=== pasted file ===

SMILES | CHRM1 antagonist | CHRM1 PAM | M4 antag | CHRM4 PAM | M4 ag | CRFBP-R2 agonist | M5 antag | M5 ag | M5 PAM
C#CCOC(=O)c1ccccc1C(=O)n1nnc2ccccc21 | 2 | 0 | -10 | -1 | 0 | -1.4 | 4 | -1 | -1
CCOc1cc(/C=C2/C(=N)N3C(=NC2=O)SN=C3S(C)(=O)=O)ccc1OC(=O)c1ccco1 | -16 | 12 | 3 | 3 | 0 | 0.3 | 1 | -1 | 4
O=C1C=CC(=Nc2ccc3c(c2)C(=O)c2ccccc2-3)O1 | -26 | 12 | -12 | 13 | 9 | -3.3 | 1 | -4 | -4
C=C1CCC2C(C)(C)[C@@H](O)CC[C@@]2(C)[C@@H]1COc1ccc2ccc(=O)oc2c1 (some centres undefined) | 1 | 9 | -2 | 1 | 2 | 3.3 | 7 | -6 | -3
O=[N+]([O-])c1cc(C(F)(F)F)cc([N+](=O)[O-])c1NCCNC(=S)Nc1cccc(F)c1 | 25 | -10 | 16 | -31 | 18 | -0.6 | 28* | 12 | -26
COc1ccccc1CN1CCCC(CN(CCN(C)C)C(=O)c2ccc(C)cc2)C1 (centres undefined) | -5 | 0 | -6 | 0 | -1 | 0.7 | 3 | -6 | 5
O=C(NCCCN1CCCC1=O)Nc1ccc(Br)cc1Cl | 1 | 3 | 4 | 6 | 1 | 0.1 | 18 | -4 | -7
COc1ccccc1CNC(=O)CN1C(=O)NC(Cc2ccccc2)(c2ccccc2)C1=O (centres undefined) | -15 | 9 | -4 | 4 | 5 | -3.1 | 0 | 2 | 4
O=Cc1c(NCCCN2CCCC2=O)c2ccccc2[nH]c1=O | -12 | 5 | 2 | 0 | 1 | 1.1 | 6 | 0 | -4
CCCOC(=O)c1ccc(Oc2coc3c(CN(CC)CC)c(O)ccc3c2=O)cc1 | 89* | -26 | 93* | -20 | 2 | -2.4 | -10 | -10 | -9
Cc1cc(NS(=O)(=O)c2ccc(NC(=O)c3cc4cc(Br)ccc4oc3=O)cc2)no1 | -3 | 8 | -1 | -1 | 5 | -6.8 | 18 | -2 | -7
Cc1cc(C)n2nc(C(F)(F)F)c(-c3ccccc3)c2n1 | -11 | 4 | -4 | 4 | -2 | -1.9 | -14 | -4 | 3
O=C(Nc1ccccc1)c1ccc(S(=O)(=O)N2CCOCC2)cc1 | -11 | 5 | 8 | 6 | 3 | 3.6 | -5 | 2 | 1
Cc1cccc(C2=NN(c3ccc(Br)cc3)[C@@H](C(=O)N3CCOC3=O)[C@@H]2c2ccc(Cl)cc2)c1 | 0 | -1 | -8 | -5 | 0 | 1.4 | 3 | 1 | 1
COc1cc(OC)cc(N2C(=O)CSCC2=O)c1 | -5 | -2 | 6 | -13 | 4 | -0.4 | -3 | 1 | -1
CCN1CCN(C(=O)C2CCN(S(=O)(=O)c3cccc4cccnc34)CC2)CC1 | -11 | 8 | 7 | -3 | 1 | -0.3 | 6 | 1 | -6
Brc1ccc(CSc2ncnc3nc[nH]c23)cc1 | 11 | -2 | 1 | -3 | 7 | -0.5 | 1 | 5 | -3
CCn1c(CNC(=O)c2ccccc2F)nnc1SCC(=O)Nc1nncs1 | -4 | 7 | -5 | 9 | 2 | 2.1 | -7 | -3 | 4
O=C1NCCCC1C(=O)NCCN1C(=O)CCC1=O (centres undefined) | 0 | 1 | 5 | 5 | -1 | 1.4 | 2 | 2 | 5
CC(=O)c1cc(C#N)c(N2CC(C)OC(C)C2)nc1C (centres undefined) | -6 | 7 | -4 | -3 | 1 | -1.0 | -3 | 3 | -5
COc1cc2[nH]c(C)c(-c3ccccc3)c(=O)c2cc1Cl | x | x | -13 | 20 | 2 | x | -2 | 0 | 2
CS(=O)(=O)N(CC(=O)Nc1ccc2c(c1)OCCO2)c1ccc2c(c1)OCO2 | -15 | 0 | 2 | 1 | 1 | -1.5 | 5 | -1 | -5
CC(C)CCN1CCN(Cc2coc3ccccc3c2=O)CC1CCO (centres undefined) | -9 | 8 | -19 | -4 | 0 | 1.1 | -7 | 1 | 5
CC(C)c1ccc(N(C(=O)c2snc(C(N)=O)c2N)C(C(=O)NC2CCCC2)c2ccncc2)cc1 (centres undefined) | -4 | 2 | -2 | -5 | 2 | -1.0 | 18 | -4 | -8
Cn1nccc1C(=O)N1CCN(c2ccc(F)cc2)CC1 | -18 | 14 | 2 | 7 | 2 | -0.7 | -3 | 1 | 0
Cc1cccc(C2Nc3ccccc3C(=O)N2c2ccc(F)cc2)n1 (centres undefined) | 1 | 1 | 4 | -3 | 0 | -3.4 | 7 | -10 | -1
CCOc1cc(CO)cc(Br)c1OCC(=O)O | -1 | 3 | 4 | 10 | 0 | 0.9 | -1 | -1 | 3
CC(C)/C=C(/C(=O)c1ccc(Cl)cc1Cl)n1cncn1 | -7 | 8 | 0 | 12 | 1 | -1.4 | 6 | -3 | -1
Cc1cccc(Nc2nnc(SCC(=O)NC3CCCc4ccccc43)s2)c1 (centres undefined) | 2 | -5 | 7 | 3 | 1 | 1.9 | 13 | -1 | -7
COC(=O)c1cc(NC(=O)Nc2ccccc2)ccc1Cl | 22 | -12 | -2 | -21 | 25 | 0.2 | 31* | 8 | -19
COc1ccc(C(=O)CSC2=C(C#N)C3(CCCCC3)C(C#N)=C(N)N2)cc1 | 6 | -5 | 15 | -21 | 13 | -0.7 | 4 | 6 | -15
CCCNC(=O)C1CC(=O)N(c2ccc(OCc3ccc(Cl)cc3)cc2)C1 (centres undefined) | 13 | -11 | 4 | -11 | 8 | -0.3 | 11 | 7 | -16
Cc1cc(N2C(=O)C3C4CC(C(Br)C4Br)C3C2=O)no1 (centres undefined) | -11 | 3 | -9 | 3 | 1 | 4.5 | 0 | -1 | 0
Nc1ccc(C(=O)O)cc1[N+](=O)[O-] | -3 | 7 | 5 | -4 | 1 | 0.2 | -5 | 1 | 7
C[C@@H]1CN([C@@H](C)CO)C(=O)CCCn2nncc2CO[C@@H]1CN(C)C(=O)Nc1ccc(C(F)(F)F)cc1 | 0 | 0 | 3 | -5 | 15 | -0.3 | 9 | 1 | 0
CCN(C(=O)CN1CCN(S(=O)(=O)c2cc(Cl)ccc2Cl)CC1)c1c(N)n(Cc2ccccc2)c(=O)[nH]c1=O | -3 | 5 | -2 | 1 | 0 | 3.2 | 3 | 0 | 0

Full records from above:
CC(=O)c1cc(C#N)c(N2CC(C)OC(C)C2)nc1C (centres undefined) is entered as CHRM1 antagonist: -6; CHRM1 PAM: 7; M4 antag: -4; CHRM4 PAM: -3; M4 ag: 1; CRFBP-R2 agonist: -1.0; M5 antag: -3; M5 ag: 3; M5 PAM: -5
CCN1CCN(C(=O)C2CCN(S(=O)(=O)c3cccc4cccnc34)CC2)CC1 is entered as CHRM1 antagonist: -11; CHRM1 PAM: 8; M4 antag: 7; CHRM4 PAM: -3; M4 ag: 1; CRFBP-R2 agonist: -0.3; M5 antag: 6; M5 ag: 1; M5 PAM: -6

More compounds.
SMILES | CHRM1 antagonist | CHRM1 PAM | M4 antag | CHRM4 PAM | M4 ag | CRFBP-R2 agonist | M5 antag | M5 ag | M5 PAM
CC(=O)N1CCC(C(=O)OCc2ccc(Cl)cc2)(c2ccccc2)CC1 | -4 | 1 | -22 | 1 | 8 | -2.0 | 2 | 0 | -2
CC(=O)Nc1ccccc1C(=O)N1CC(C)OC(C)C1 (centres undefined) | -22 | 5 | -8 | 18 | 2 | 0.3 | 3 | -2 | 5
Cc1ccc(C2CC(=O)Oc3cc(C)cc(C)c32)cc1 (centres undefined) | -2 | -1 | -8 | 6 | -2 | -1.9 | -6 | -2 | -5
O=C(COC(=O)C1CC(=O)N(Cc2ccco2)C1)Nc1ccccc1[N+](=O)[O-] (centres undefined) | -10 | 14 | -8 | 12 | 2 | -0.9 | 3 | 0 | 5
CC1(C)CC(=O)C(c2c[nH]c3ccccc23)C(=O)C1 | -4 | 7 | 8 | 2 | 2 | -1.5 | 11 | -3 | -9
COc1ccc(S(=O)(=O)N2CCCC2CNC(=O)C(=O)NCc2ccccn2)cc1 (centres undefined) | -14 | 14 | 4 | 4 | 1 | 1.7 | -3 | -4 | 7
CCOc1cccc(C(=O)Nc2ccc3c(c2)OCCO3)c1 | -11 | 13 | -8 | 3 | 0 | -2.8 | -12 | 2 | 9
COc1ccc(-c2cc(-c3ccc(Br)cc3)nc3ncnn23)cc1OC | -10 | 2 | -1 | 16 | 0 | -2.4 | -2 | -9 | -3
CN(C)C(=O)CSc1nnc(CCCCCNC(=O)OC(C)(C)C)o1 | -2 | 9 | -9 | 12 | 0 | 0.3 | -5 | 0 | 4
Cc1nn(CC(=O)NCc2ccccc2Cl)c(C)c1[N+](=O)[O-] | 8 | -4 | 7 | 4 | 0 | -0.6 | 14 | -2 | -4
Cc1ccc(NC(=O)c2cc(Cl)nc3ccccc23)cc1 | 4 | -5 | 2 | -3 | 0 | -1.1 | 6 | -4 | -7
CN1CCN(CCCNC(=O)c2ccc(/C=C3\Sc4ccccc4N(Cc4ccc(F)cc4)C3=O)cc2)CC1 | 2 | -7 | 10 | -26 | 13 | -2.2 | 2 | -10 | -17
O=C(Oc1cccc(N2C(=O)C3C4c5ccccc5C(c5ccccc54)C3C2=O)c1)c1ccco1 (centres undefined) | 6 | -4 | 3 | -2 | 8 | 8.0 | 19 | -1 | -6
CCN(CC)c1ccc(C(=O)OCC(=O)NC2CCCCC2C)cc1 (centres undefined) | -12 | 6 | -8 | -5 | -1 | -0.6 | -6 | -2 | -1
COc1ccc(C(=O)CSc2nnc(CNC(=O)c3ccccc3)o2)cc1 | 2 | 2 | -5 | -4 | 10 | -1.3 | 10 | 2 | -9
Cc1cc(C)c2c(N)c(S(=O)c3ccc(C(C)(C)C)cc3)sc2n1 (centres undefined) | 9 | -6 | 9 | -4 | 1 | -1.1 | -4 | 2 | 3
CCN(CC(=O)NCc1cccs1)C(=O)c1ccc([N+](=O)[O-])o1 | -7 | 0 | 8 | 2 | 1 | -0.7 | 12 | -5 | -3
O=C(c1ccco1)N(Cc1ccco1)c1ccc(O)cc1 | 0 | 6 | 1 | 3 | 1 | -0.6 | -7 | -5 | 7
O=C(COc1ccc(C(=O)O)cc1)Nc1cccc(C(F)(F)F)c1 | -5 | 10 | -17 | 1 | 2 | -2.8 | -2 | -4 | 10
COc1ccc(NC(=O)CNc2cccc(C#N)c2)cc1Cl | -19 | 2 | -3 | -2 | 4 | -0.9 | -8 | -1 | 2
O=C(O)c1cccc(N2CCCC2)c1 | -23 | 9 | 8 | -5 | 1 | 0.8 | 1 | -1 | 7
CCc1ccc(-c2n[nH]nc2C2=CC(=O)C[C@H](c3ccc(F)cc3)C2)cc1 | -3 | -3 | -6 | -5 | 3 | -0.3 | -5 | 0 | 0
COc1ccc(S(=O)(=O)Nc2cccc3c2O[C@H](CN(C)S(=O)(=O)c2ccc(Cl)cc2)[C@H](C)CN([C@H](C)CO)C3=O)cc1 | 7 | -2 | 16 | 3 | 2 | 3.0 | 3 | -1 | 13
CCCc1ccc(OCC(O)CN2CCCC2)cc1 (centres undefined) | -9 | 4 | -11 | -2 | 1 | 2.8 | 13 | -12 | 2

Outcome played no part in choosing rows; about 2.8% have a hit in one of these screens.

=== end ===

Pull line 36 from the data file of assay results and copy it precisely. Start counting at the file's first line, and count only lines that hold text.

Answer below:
C[C@@H]1CN([C@@H](C)CO)C(=O)CCCn2nncc2CO[C@@H]1CN(C)C(=O)Nc1ccc(C(F)(F)F)cc1 | 0 | 0 | 3 | -5 | 15 | -0.3 | 9 | 1 | 0